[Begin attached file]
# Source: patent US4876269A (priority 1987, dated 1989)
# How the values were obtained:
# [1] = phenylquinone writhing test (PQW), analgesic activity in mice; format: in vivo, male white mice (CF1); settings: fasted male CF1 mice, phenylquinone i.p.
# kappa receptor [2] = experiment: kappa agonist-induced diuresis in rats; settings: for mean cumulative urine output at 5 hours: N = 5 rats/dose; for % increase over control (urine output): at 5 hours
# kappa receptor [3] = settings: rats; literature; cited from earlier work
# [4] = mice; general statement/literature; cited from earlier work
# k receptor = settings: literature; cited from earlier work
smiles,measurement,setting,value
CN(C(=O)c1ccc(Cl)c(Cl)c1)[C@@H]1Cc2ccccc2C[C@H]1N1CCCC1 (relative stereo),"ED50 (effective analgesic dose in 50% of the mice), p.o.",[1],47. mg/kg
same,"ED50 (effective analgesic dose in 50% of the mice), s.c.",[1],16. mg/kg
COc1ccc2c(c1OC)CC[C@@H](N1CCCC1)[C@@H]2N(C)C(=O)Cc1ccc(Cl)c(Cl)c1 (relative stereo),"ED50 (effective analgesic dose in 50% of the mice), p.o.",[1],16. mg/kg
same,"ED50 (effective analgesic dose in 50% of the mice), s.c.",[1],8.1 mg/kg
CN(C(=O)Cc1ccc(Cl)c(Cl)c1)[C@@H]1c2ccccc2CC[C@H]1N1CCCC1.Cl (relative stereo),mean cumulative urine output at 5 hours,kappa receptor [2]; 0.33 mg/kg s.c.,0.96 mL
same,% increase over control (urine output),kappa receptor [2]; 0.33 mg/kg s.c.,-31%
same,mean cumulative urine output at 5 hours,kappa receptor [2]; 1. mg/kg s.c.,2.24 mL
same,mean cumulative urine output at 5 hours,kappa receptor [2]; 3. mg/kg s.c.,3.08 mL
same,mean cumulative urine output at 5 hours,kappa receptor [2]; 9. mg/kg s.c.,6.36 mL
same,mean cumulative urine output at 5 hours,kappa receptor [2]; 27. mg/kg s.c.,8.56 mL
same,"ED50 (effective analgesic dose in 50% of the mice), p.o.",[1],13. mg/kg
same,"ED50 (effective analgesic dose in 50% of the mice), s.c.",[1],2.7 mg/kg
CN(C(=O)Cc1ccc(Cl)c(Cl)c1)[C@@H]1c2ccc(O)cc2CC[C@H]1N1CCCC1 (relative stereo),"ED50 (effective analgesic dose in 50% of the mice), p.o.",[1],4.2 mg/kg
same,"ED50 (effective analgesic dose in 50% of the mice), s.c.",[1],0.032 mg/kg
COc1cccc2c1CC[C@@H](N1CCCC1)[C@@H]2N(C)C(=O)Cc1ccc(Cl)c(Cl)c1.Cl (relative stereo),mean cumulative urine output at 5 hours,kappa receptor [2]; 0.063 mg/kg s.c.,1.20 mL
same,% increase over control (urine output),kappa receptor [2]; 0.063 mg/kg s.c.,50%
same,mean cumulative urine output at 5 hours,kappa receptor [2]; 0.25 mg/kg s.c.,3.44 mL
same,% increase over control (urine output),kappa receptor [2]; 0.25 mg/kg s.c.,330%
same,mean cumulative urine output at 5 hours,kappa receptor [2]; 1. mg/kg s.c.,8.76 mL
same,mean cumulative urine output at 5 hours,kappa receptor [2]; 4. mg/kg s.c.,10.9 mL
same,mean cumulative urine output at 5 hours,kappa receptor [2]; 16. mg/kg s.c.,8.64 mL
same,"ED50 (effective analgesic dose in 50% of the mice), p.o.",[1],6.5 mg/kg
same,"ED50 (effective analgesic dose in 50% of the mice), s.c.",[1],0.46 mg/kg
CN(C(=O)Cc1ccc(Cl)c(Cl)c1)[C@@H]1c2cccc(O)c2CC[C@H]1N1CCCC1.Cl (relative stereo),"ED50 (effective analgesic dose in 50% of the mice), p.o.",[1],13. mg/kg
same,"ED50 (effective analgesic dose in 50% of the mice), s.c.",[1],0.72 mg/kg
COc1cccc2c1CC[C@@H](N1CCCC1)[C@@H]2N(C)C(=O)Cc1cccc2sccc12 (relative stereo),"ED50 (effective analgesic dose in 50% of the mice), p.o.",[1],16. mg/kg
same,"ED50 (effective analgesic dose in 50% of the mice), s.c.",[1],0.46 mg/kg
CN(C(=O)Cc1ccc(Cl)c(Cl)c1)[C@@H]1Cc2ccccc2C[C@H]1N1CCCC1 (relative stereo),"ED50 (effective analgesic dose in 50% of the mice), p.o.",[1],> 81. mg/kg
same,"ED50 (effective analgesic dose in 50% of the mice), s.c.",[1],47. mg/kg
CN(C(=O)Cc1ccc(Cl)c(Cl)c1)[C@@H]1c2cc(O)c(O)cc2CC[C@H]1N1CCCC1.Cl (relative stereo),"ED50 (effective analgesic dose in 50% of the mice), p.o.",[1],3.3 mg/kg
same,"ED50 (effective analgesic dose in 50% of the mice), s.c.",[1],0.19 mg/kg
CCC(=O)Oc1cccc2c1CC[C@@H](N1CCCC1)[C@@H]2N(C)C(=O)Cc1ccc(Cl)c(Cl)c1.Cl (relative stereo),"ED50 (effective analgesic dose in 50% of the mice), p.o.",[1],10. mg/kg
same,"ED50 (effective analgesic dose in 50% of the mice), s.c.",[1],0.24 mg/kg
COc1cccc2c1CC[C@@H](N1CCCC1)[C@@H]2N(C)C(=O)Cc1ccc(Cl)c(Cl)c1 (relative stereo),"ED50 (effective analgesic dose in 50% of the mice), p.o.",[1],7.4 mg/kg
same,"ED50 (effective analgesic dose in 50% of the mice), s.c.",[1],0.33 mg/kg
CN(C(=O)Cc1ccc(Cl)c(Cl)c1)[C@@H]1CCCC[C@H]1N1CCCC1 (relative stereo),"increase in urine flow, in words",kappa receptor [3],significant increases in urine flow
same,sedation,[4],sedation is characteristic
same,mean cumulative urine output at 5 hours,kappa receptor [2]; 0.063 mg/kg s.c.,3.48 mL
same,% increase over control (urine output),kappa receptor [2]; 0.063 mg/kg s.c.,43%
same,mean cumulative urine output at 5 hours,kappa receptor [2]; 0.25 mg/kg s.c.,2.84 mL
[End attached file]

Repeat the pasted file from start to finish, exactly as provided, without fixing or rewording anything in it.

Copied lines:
# Source: patent US4876269A (priority 1987, dated 1989)
# How the values were obtained:
# [1] = phenylquinone writhing test (PQW), analgesic activity in mice; format: in vivo, male white mice (CF1); settings: fasted male CF1 mice, phenylquinone i.p.
# kappa receptor [2] = experiment: kappa agonist-induced diuresis in rats; settings: for mean cumulative urine output at 5 hours: N = 5 rats/dose; for % increase over control (urine output): at 5 hours
# kappa receptor [3] = settings: rats; literature; cited from earlier work
# [4] = mice; general statement/literature; cited from earlier work
# k receptor = settings: literature; cited from earlier work
smiles,measurement,setting,value
CN(C(=O)c1ccc(Cl)c(Cl)c1)[C@@H]1Cc2ccccc2C[C@H]1N1CCCC1 (relative stereo),"ED50 (effective analgesic dose in 50% of the mice), p.o.",[1],47. mg/kg
same,"ED50 (effective analgesic dose in 50% of the mice), s.c.",[1],16. mg/kg
COc1ccc2c(c1OC)CC[C@@H](N1CCCC1)[C@@H]2N(C)C(=O)Cc1ccc(Cl)c(Cl)c1 (relative stereo),"ED50 (effective analgesic dose in 50% of the mice), p.o.",[1],16. mg/kg
same,"ED50 (effective analgesic dose in 50% of the mice), s.c.",[1],8.1 mg/kg
CN(C(=O)Cc1ccc(Cl)c(Cl)c1)[C@@H]1c2ccccc2CC[C@H]1N1CCCC1.Cl (relative stereo),mean cumulative urine output at 5 hours,kappa receptor [2]; 0.33 mg/kg s.c.,0.96 mL
same,% increase over control (urine output),kappa receptor [2]; 0.33 mg/kg s.c.,-31%
same,mean cumulative urine output at 5 hours,kappa receptor [2]; 1. mg/kg s.c.,2.24 mL
same,mean cumulative urine output at 5 hours,kappa receptor [2]; 3. mg/kg s.c.,3.08 mL
same,mean cumulative urine output at 5 hours,kappa receptor [2]; 9. mg/kg s.c.,6.36 mL
same,mean cumulative urine output at 5 hours,kappa receptor [2]; 27. mg/kg s.c.,8.56 mL
same,"ED50 (effective analgesic dose in 50% of the mice), p.o.",[1],13. mg/kg
same,"ED50 (effective analgesic dose in 50% of the mice), s.c.",[1],2.7 mg/kg
CN(C(=O)Cc1ccc(Cl)c(Cl)c1)[C@@H]1c2ccc(O)cc2CC[C@H]1N1CCCC1 (relative stereo),"ED50 (effective analgesic dose in 50% of the mice), p.o.",[1],4.2 mg/kg
same,"ED50 (effective analgesic dose in 50% of the mice), s.c.",[1],0.032 mg/kg
COc1cccc2c1CC[C@@H](N1CCCC1)[C@@H]2N(C)C(=O)Cc1ccc(Cl)c(Cl)c1.Cl (relative stereo),mean cumulative urine output at 5 hours,kappa receptor [2]; 0.063 mg/kg s.c.,1.20 mL
same,% increase over control (urine output),kappa receptor [2]; 0.063 mg/kg s.c.,50%
same,mean cumulative urine output at 5 hours,kappa receptor [2]; 0.25 mg/kg s.c.,3.44 mL
same,% increase over control (urine output),kappa receptor [2]; 0.25 mg/kg s.c.,330%
same,mean cumulative urine output at 5 hours,kappa receptor [2]; 1. mg/kg s.c.,8.76 mL
same,mean cumulative urine output at 5 hours,kappa receptor [2]; 4. mg/kg s.c.,10.9 mL
same,mean cumulative urine output at 5 hours,kappa receptor [2]; 16. mg/kg s.c.,8.64 mL
same,"ED50 (effective analgesic dose in 50% of the mice), p.o.",[1],6.5 mg/kg
same,"ED50 (effective analgesic dose in 50% of the mice), s.c.",[1],0.46 mg/kg
CN(C(=O)Cc1ccc(Cl)c(Cl)c1)[C@@H]1c2cccc(O)c2CC[C@H]1N1CCCC1.Cl (relative stereo),"ED50 (effective analgesic dose in 50% of the mice), p.o.",[1],13. mg/kg
same,"ED50 (effective analgesic dose in 50% of the mice), s.c.",[1],0.72 mg/kg
COc1cccc2c1CC[C@@H](N1CCCC1)[C@@H]2N(C)C(=O)Cc1cccc2sccc12 (relative stereo),"ED50 (effective analgesic dose in 50% of the mice), p.o.",[1],16. mg/kg
same,"ED50 (effective analgesic dose in 50% of the mice), s.c.",[1],0.46 mg/kg
CN(C(=O)Cc1ccc(Cl)c(Cl)c1)[C@@H]1Cc2ccccc2C[C@H]1N1CCCC1 (relative stereo),"ED50 (effective analgesic dose in 50% of the mice), p.o.",[1],> 81. mg/kg
same,"ED50 (effective analgesic dose in 50% of the mice), s.c.",[1],47. mg/kg
CN(C(=O)Cc1ccc(Cl)c(Cl)c1)[C@@H]1c2cc(O)c(O)cc2CC[C@H]1N1CCCC1.Cl (relative stereo),"ED50 (effective analgesic dose in 50% of the mice), p.o.",[1],3.3 mg/kg
same,"ED50 (effective analgesic dose in 50% of the mice), s.c.",[1],0.19 mg/kg
CCC(=O)Oc1cccc2c1CC[C@@H](N1CCCC1)[C@@H]2N(C)C(=O)Cc1ccc(Cl)c(Cl)c1.Cl (relative stereo),"ED50 (effective analgesic dose in 50% of the mice), p.o.",[1],10. mg/kg
same,"ED50 (effective analgesic dose in 50% of the mice), s.c.",[1],0.24 mg/kg
COc1cccc2c1CC[C@@H](N1CCCC1)[C@@H]2N(C)C(=O)Cc1ccc(Cl)c(Cl)c1 (relative stereo),"ED50 (effective analgesic dose in 50% of the mice), p.o.",[1],7.4 mg/kg
same,"ED50 (effective analgesic dose in 50% of the mice), s.c.",[1],0.33 mg/kg
CN(C(=O)Cc1ccc(Cl)c(Cl)c1)[C@@H]1CCCC[C@H]1N1CCCC1 (relative stereo),"increase in urine flow, in words",kappa receptor [3],significant increases in urine flow
same,sedation,[4],sedation is characteristic
same,mean cumulative urine output at 5 hours,kappa receptor [2]; 0.063 mg/kg s.c.,3.48 mL
same,% increase over control (urine output),kappa receptor [2]; 0.063 mg/kg s.c.,43%
same,mean cumulative urine output at 5 hours,kappa receptor [2]; 0.25 mg/kg s.c.,2.84 mL